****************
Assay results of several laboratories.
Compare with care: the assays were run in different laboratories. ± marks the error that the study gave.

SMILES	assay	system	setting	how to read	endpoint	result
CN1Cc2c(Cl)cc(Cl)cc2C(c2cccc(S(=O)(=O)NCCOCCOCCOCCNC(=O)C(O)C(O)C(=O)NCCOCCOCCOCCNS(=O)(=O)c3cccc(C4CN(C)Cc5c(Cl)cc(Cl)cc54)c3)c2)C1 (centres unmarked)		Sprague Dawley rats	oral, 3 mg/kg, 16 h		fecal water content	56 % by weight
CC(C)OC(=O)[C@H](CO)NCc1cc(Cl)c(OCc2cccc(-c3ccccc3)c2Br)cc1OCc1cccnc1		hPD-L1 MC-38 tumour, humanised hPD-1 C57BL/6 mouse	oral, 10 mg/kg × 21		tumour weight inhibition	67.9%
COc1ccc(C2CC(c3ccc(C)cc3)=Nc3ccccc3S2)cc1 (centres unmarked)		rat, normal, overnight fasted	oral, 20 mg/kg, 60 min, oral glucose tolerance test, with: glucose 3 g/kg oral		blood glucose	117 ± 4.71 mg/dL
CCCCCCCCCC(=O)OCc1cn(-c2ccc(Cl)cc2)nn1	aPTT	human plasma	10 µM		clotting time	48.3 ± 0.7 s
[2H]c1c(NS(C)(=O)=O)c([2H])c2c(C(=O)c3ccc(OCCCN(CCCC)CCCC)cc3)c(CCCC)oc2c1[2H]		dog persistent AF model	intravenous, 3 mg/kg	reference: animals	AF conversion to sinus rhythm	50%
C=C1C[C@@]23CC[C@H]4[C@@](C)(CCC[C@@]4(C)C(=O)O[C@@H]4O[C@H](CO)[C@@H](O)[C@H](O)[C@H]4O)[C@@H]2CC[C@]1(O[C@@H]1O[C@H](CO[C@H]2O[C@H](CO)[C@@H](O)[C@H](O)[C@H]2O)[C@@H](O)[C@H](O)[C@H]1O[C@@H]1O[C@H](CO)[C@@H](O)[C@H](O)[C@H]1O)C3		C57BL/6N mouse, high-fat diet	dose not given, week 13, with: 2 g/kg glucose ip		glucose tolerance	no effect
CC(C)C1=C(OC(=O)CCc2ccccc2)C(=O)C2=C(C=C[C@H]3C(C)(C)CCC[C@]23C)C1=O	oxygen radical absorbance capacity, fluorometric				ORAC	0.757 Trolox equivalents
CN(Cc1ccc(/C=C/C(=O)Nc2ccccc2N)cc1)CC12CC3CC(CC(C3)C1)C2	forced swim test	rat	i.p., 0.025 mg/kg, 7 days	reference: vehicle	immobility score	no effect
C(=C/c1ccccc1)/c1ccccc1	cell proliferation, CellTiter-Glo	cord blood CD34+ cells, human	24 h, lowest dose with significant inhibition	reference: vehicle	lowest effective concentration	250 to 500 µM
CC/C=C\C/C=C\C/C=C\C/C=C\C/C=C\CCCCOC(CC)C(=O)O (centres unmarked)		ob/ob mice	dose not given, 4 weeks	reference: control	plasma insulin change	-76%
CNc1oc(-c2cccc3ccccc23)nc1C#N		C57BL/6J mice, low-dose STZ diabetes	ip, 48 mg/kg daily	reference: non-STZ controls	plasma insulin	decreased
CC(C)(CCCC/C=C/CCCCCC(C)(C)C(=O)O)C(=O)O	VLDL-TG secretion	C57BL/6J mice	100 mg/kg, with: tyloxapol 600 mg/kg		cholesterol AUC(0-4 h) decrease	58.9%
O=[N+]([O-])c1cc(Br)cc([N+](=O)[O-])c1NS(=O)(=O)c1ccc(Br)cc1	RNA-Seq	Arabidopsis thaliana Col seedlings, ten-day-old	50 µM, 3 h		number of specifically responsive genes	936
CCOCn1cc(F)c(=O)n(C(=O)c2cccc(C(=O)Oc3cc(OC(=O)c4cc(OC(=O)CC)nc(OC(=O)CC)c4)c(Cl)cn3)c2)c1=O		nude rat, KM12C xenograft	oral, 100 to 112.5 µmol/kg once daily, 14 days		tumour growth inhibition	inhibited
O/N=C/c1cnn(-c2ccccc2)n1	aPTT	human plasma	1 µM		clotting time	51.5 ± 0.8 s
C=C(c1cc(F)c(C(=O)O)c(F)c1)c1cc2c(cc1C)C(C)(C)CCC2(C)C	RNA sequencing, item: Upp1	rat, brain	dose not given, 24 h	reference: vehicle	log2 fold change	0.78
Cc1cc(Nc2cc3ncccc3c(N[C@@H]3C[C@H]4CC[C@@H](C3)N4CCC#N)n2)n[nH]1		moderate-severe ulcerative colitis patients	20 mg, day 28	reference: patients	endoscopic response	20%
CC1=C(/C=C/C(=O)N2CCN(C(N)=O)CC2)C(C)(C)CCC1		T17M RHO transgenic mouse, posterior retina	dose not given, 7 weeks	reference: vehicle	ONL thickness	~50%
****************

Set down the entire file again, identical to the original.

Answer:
Assay results of several laboratories.
Compare with care: the assays were run in different laboratories. ± marks the error that the study gave.

SMILES	assay	system	setting	how to read	endpoint	result
CN1Cc2c(Cl)cc(Cl)cc2C(c2cccc(S(=O)(=O)NCCOCCOCCOCCNC(=O)C(O)C(O)C(=O)NCCOCCOCCOCCNS(=O)(=O)c3cccc(C4CN(C)Cc5c(Cl)cc(Cl)cc54)c3)c2)C1 (centres unmarked)		Sprague Dawley rats	oral, 3 mg/kg, 16 h		fecal water content	56 % by weight
CC(C)OC(=O)[C@H](CO)NCc1cc(Cl)c(OCc2cccc(-c3ccccc3)c2Br)cc1OCc1cccnc1		hPD-L1 MC-38 tumour, humanised hPD-1 C57BL/6 mouse	oral, 10 mg/kg × 21		tumour weight inhibition	67.9%
COc1ccc(C2CC(c3ccc(C)cc3)=Nc3ccccc3S2)cc1 (centres unmarked)		rat, normal, overnight fasted	oral, 20 mg/kg, 60 min, oral glucose tolerance test, with: glucose 3 g/kg oral		blood glucose	117 ± 4.71 mg/dL
CCCCCCCCCC(=O)OCc1cn(-c2ccc(Cl)cc2)nn1	aPTT	human plasma	10 µM		clotting time	48.3 ± 0.7 s
[2H]c1c(NS(C)(=O)=O)c([2H])c2c(C(=O)c3ccc(OCCCN(CCCC)CCCC)cc3)c(CCCC)oc2c1[2H]		dog persistent AF model	intravenous, 3 mg/kg	reference: animals	AF conversion to sinus rhythm	50%
C=C1C[C@@]23CC[C@H]4[C@@](C)(CCC[C@@]4(C)C(=O)O[C@@H]4O[C@H](CO)[C@@H](O)[C@H](O)[C@H]4O)[C@@H]2CC[C@]1(O[C@@H]1O[C@H](CO[C@H]2O[C@H](CO)[C@@H](O)[C@H](O)[C@H]2O)[C@@H](O)[C@H](O)[C@H]1O[C@@H]1O[C@H](CO)[C@@H](O)[C@H](O)[C@H]1O)C3		C57BL/6N mouse, high-fat diet	dose not given, week 13, with: 2 g/kg glucose ip		glucose tolerance	no effect
CC(C)C1=C(OC(=O)CCc2ccccc2)C(=O)C2=C(C=C[C@H]3C(C)(C)CCC[C@]23C)C1=O	oxygen radical absorbance capacity, fluorometric				ORAC	0.757 Trolox equivalents
CN(Cc1ccc(/C=C/C(=O)Nc2ccccc2N)cc1)CC12CC3CC(CC(C3)C1)C2	forced swim test	rat	i.p., 0.025 mg/kg, 7 days	reference: vehicle	immobility score	no effect
C(=C/c1ccccc1)/c1ccccc1	cell proliferation, CellTiter-Glo	cord blood CD34+ cells, human	24 h, lowest dose with significant inhibition	reference: vehicle	lowest effective concentration	250 to 500 µM
CC/C=C\C/C=C\C/C=C\C/C=C\C/C=C\CCCCOC(CC)C(=O)O (centres unmarked)		ob/ob mice	dose not given, 4 weeks	reference: control	plasma insulin change	-76%
CNc1oc(-c2cccc3ccccc23)nc1C#N		C57BL/6J mice, low-dose STZ diabetes	ip, 48 mg/kg daily	reference: non-STZ controls	plasma insulin	decreased
CC(C)(CCCC/C=C/CCCCCC(C)(C)C(=O)O)C(=O)O	VLDL-TG secretion	C57BL/6J mice	100 mg/kg, with: tyloxapol 600 mg/kg		cholesterol AUC(0-4 h) decrease	58.9%
O=[N+]([O-])c1cc(Br)cc([N+](=O)[O-])c1NS(=O)(=O)c1ccc(Br)cc1	RNA-Seq	Arabidopsis thaliana Col seedlings, ten-day-old	50 µM, 3 h		number of specifically responsive genes	936
CCOCn1cc(F)c(=O)n(C(=O)c2cccc(C(=O)Oc3cc(OC(=O)c4cc(OC(=O)CC)nc(OC(=O)CC)c4)c(Cl)cn3)c2)c1=O		nude rat, KM12C xenograft	oral, 100 to 112.5 µmol/kg once daily, 14 days		tumour growth inhibition	inhibited
O/N=C/c1cnn(-c2ccccc2)n1	aPTT	human plasma	1 µM		clotting time	51.5 ± 0.8 s
C=C(c1cc(F)c(C(=O)O)c(F)c1)c1cc2c(cc1C)C(C)(C)CCC2(C)C	RNA sequencing, item: Upp1	rat, brain	dose not given, 24 h	reference: vehicle	log2 fold change	0.78
Cc1cc(Nc2cc3ncccc3c(N[C@@H]3C[C@H]4CC[C@@H](C3)N4CCC#N)n2)n[nH]1		moderate-severe ulcerative colitis patients	20 mg, day 28	reference: patients	endoscopic response	20%
CC1=C(/C=C/C(=O)N2CCN(C(N)=O)CC2)C(C)(C)CCC1		T17M RHO transgenic mouse, posterior retina	dose not given, 7 weeks	reference: vehicle	ONL thickness	~50%